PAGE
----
In a dramatic development late last night, US President Donald Trump fired FBI Director James Comey.

Referring to a series of letters released last night by the president, the Attorney General, and the Assistant Attorney General, the White House confirmed James Comey had been "terminated".

The president said that Mr Comey was "not able to effectively lead the agency" anymore.

Mr Comey had been carrying out an investigation into Russian interference in the US election and any possible collusion involving the Trump campaign.

RTÉ's Washington Correspondent Caitríona Perry explains the significance of this move and what is likely to happen next.

Q. This was completely unexpected, what do we know about why the president did this?

It is not just unexpected, but unprecedented and somewhat illogical too. All throughout the campaign Donald Trump praised James Comey for his bravery and courage over his handling of the investigation into Hillary Clinton's emails.

There were no notable Republican voices clambering for his head, although Democrats do blame him in large part for Mrs Clinton's loss.

Yet, the president has chosen this moment to fire the FBI director for his conduct in relation to that email investigation.

He fired Mr Comey on foot of a recommendation from Attorney General Jeff Sessions, who was acting on the basis of a memo from Deputy Attorney General Rod Rosenstein who is less than two weeks in office.

That memo criticises Mr Comey's handling of the email investigation. Much of it is compiled of quotes taken from media articles, rather than a lengthy and formal investigation.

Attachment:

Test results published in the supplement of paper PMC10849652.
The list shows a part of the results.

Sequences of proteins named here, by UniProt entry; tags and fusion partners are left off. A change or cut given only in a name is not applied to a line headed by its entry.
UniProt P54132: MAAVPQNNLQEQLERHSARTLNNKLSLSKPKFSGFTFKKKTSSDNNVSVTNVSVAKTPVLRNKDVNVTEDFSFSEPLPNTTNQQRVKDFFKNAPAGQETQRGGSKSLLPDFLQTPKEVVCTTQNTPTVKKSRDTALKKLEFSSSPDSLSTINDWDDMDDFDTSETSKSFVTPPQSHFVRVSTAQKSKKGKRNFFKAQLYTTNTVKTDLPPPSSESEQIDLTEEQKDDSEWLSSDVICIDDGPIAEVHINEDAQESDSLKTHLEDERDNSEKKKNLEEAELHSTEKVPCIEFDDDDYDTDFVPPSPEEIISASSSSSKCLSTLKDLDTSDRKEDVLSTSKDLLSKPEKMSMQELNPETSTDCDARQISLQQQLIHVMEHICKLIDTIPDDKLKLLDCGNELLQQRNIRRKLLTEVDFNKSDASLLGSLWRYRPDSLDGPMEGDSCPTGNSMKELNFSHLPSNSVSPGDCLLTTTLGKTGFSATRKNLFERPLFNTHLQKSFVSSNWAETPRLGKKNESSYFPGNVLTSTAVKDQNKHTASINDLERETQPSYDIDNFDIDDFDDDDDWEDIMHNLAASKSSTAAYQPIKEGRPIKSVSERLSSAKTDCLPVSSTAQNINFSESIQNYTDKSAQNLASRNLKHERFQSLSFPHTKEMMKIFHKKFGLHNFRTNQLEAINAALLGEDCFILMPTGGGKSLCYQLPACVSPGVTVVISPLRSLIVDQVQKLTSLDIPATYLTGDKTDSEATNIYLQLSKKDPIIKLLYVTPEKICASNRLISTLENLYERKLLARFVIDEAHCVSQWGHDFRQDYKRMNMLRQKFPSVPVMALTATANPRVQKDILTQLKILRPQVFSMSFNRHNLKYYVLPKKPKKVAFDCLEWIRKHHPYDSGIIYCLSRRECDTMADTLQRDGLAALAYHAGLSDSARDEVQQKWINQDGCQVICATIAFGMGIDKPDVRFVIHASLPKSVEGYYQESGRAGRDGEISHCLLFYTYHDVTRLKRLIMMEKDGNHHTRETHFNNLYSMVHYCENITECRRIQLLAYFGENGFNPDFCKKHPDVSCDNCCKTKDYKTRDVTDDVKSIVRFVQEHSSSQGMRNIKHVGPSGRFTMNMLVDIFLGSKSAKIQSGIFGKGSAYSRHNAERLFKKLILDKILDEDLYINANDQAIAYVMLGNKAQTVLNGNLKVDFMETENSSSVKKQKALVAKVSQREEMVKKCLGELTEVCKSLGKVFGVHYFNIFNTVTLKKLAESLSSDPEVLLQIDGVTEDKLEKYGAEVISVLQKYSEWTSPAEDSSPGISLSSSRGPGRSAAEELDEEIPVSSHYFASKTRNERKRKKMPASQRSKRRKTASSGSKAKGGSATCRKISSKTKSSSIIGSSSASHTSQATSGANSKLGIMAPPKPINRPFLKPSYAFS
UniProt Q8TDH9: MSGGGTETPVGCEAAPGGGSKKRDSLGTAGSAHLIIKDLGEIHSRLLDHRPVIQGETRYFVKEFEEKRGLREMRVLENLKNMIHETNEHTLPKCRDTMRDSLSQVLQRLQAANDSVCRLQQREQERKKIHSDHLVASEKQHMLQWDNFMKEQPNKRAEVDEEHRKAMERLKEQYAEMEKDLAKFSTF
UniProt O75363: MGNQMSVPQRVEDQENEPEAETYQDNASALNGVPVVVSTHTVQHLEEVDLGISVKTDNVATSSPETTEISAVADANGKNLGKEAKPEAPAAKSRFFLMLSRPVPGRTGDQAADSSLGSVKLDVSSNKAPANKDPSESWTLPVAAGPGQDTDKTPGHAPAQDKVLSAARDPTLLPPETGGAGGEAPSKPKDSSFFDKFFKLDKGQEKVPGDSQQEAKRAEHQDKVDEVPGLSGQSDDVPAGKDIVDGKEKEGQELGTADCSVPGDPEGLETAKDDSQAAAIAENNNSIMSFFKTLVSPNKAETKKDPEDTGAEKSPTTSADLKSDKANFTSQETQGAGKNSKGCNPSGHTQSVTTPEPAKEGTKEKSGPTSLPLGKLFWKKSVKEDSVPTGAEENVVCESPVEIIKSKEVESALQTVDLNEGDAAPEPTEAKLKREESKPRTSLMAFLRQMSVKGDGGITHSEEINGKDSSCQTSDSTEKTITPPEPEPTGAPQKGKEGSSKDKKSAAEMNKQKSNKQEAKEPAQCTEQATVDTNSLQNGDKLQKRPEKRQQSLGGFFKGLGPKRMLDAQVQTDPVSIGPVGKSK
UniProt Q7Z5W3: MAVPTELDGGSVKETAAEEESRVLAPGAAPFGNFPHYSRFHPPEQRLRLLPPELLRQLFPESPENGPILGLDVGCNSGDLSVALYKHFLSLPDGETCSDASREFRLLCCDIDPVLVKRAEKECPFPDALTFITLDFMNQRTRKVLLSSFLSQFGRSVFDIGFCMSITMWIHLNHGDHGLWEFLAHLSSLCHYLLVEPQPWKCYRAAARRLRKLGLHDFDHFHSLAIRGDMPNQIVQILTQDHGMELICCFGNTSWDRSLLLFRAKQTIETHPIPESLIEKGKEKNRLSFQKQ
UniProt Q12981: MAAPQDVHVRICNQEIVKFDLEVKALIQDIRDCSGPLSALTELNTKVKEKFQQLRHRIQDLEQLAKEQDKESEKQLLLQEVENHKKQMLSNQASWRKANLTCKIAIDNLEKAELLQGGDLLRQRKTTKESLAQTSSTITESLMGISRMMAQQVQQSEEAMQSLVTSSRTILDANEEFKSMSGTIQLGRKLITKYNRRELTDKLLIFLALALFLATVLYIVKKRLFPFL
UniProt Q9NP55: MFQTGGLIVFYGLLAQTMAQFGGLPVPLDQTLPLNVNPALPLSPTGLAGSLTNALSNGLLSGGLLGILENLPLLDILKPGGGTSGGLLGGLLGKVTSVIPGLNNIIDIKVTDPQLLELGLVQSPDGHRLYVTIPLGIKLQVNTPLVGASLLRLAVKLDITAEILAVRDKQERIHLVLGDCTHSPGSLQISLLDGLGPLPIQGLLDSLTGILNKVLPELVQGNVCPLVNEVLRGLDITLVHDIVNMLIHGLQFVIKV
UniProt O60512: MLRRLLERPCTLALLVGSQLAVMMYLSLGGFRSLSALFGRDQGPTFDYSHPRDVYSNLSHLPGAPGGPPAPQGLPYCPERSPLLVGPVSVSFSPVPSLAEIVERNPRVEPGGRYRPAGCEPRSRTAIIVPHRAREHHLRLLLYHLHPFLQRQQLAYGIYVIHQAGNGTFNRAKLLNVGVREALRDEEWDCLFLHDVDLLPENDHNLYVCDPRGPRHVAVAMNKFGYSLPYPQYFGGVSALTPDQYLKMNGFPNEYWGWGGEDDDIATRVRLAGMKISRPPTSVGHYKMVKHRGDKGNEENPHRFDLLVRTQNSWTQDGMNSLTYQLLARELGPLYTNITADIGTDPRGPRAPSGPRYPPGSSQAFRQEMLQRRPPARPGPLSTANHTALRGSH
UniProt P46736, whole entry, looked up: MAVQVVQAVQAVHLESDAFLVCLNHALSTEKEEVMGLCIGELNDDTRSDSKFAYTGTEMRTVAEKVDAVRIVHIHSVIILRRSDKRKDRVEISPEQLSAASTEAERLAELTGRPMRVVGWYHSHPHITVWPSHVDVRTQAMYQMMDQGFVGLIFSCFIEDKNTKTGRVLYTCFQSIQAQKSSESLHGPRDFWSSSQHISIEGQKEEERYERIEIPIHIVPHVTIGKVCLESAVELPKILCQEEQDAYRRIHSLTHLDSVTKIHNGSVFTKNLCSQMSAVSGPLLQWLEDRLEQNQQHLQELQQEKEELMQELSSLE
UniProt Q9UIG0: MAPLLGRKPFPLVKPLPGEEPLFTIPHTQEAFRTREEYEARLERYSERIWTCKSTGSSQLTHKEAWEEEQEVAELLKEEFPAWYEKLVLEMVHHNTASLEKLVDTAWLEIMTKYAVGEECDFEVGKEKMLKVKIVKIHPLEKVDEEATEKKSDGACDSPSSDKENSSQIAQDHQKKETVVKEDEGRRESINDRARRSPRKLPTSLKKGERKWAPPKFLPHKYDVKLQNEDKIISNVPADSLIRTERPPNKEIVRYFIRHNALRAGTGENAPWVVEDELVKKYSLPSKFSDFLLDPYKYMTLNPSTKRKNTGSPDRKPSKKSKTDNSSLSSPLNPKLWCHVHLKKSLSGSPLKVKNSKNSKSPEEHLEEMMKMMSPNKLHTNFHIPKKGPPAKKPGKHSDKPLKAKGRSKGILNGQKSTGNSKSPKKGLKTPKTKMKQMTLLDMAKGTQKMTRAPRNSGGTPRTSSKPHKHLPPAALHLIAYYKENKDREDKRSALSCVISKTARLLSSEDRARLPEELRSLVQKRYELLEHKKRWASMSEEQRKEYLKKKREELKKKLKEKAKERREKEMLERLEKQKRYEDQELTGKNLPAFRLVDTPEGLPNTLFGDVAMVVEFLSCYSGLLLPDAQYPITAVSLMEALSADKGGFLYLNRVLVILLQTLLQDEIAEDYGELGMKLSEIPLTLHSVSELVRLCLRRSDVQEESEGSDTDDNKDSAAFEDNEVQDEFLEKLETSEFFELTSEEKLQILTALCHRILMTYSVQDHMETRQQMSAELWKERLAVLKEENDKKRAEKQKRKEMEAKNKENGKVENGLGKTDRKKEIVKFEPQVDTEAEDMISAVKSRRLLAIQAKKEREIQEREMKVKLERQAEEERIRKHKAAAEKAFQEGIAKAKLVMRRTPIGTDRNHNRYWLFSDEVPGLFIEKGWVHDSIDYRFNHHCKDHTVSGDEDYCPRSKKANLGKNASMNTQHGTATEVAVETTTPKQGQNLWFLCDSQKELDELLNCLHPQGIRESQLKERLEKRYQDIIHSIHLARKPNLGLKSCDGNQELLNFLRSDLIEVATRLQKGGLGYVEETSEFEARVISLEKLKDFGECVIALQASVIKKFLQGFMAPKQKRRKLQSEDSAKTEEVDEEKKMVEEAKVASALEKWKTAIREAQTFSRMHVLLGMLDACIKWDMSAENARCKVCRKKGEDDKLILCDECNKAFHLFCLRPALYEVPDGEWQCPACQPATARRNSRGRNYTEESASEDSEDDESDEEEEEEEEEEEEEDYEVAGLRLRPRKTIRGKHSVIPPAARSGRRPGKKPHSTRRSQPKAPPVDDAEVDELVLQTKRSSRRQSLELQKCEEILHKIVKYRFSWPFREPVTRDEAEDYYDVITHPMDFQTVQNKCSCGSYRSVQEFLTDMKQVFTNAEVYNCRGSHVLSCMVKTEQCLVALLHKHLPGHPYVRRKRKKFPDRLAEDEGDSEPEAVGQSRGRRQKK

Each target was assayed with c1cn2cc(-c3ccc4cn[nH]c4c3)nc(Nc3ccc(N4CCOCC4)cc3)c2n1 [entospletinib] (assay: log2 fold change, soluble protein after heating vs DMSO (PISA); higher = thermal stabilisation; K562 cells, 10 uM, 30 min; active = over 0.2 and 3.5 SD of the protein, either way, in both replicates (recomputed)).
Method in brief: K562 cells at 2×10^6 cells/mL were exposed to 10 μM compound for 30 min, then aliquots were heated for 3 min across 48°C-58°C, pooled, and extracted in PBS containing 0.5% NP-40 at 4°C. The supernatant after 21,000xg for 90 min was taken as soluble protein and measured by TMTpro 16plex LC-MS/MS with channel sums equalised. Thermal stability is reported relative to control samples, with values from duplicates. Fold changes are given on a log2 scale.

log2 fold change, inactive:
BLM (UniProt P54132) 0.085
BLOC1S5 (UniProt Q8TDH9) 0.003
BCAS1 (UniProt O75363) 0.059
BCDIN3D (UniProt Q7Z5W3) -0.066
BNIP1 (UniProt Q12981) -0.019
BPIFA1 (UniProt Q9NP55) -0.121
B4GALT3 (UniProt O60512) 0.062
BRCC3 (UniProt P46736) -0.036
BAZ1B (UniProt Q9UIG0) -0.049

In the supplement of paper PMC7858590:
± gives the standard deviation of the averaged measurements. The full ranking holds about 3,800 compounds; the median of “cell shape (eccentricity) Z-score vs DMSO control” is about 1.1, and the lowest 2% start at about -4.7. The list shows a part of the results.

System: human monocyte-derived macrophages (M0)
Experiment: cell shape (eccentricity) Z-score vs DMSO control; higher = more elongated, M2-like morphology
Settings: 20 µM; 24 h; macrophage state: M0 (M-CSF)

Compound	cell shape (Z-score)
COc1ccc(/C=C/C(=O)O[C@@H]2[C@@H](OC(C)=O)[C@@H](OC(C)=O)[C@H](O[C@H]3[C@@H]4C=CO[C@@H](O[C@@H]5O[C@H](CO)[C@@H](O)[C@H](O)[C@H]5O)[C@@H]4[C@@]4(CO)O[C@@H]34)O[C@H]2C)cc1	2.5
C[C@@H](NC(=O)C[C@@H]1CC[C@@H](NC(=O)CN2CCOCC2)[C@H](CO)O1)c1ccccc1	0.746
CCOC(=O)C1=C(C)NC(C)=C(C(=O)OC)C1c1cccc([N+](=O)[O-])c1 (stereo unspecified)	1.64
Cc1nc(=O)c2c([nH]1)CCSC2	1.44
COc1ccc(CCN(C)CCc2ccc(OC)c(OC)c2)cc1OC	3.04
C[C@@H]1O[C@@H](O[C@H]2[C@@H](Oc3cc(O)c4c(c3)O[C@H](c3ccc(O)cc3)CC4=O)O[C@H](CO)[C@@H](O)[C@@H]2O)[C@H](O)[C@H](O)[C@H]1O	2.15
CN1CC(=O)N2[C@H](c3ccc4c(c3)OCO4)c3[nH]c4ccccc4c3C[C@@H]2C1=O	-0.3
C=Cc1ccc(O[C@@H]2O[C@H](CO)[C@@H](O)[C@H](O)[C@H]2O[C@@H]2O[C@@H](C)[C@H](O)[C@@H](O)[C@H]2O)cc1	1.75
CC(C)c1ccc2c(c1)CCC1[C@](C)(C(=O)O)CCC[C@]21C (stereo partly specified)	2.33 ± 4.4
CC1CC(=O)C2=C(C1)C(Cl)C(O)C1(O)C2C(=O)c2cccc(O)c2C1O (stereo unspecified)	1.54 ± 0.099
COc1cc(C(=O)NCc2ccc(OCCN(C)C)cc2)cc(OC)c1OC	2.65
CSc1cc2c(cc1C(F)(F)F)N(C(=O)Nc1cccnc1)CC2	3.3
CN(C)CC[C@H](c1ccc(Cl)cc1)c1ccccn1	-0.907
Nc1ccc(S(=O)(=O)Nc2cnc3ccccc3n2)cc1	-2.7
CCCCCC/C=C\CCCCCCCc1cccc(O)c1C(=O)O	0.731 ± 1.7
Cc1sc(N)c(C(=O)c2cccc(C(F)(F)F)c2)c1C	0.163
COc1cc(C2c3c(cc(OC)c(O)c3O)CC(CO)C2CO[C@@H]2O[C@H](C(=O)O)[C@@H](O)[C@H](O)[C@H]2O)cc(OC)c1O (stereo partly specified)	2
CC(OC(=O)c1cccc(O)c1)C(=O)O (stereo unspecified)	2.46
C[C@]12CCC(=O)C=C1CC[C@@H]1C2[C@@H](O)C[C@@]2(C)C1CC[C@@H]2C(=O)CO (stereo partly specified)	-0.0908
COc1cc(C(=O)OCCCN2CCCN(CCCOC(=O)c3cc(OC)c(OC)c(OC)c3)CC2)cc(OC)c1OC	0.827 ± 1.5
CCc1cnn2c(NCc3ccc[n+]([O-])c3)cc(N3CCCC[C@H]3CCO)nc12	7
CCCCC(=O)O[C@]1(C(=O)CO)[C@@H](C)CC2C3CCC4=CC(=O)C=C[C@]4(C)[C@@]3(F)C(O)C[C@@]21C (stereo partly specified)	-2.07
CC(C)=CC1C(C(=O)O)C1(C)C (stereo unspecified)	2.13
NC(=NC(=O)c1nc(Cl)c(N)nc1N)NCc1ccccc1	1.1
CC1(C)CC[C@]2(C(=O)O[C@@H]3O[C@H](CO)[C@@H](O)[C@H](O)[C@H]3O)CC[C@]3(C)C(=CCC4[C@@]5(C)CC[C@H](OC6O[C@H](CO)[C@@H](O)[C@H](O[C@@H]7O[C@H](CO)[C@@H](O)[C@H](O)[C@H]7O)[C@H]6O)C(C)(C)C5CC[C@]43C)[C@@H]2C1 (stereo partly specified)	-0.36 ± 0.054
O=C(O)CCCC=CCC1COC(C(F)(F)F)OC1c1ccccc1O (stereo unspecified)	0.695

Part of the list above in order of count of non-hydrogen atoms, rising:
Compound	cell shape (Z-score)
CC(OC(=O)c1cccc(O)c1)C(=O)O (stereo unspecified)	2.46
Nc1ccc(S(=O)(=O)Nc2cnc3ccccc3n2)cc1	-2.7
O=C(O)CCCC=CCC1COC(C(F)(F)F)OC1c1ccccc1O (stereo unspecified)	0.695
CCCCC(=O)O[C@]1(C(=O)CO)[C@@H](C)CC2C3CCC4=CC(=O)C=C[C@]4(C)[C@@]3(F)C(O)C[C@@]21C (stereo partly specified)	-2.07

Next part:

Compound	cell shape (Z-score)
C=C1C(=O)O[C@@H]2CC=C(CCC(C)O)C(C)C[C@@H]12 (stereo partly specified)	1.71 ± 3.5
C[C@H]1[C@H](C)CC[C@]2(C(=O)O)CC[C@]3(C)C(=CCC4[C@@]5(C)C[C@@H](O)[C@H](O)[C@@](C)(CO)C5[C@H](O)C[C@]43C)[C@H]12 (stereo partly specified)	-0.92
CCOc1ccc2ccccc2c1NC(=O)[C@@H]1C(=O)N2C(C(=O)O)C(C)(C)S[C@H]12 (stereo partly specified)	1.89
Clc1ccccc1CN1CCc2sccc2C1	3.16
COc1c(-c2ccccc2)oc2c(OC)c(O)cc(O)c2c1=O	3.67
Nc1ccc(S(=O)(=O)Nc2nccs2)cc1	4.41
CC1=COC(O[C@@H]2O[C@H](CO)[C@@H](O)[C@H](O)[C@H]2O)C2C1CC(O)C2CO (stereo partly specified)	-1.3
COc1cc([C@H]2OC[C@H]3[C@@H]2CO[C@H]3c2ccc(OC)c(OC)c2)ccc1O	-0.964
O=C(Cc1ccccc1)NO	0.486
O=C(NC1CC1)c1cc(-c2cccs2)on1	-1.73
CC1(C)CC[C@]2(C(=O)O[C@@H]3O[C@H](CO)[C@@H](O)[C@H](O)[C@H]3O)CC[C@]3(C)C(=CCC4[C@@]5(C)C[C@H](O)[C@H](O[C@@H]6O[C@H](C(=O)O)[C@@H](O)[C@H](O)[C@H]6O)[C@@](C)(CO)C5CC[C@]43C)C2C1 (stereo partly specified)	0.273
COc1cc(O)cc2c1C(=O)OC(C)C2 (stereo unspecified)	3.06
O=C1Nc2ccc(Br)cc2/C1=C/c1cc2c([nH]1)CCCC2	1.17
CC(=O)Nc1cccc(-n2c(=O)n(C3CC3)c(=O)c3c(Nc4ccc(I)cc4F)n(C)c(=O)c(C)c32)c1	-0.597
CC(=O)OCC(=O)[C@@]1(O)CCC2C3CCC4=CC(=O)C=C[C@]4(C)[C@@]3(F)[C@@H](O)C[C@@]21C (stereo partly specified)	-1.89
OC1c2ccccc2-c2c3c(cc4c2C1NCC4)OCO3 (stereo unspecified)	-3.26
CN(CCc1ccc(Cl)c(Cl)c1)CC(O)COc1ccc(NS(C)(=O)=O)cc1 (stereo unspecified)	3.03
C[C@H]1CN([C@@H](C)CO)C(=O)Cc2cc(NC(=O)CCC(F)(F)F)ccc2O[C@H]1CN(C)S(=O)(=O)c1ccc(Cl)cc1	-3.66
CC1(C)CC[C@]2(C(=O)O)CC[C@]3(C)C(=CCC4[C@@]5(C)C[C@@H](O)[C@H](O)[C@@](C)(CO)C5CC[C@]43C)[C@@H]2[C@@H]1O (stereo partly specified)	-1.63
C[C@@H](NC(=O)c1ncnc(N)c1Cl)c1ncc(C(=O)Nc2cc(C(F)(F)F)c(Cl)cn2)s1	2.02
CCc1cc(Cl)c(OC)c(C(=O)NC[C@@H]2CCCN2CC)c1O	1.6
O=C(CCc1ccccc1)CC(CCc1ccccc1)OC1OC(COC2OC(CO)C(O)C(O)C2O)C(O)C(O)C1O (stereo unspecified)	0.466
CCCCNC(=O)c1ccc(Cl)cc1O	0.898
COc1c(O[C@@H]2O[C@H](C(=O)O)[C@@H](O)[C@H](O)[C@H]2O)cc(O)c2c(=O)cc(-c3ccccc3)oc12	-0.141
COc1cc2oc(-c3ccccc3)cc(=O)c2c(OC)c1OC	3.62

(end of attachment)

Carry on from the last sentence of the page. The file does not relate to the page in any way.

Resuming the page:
Mr Rosenstein's memo points to Mr Comey's press conference last July about Mrs Clinton's emails when he declared that there was not evidence to press criminal charges, and also singles out his decision in late October, less than a fortnight before polling day to reveal that the FBI was looking at emails sent by her aide Huma Abedin, which were potentially relevant to the investigation. (He later said they were not of substantive importance.).

Key dates in Trump-Comey relationship

Letter of recommendation from Attorney General Jeff Sessions

Memorandum for the Attorney General from Rod J Rosenstein

Deputy Attorney General Rosenstein concluded that the FBI was "unlikely to regain public and congressional trust until it has a director who understands the gravity of the mistakes and pledges never to repeat them".

So acting on that the president fired Mr Comey over Mrs Clinton's emails, something President Trump has had no issue with at all until now.

But James Comey is also the man who is leading the investigation into Russian interference in the Presidential election and examining whether there was any collusion between Russia and anyone attached to the Donald Trump campaign.

He was fired on the day when subpoenas were issued to associates of former National Security Adviser Michael Flynn seeking information about his dealings with Russian officials.

The other slightly unusual thing is that in President Trump's letter firing Comey he says that while he "greatly appreciated" Mr Comey "informing him on three separate occasions that he was not under investigation", he concurred with "the decision of the Department of Justice that he was not able to effectively lead the bureau".

That reference to Mr Trump not being under investigation, is a direct reference to the Russia investigation, and is nothing to do with the Clinton email investigation.

Q. What is the significance of this firing? Is there a precedent for it?

This is not a normal political happening; the extraordinary nature of this cannot be overstated. There is nothing in recent records to compare to it.

It is the first time an FBI director has been fired by the president while that person is carrying out an investigation into personnel at the White House and connected with the president's campaign.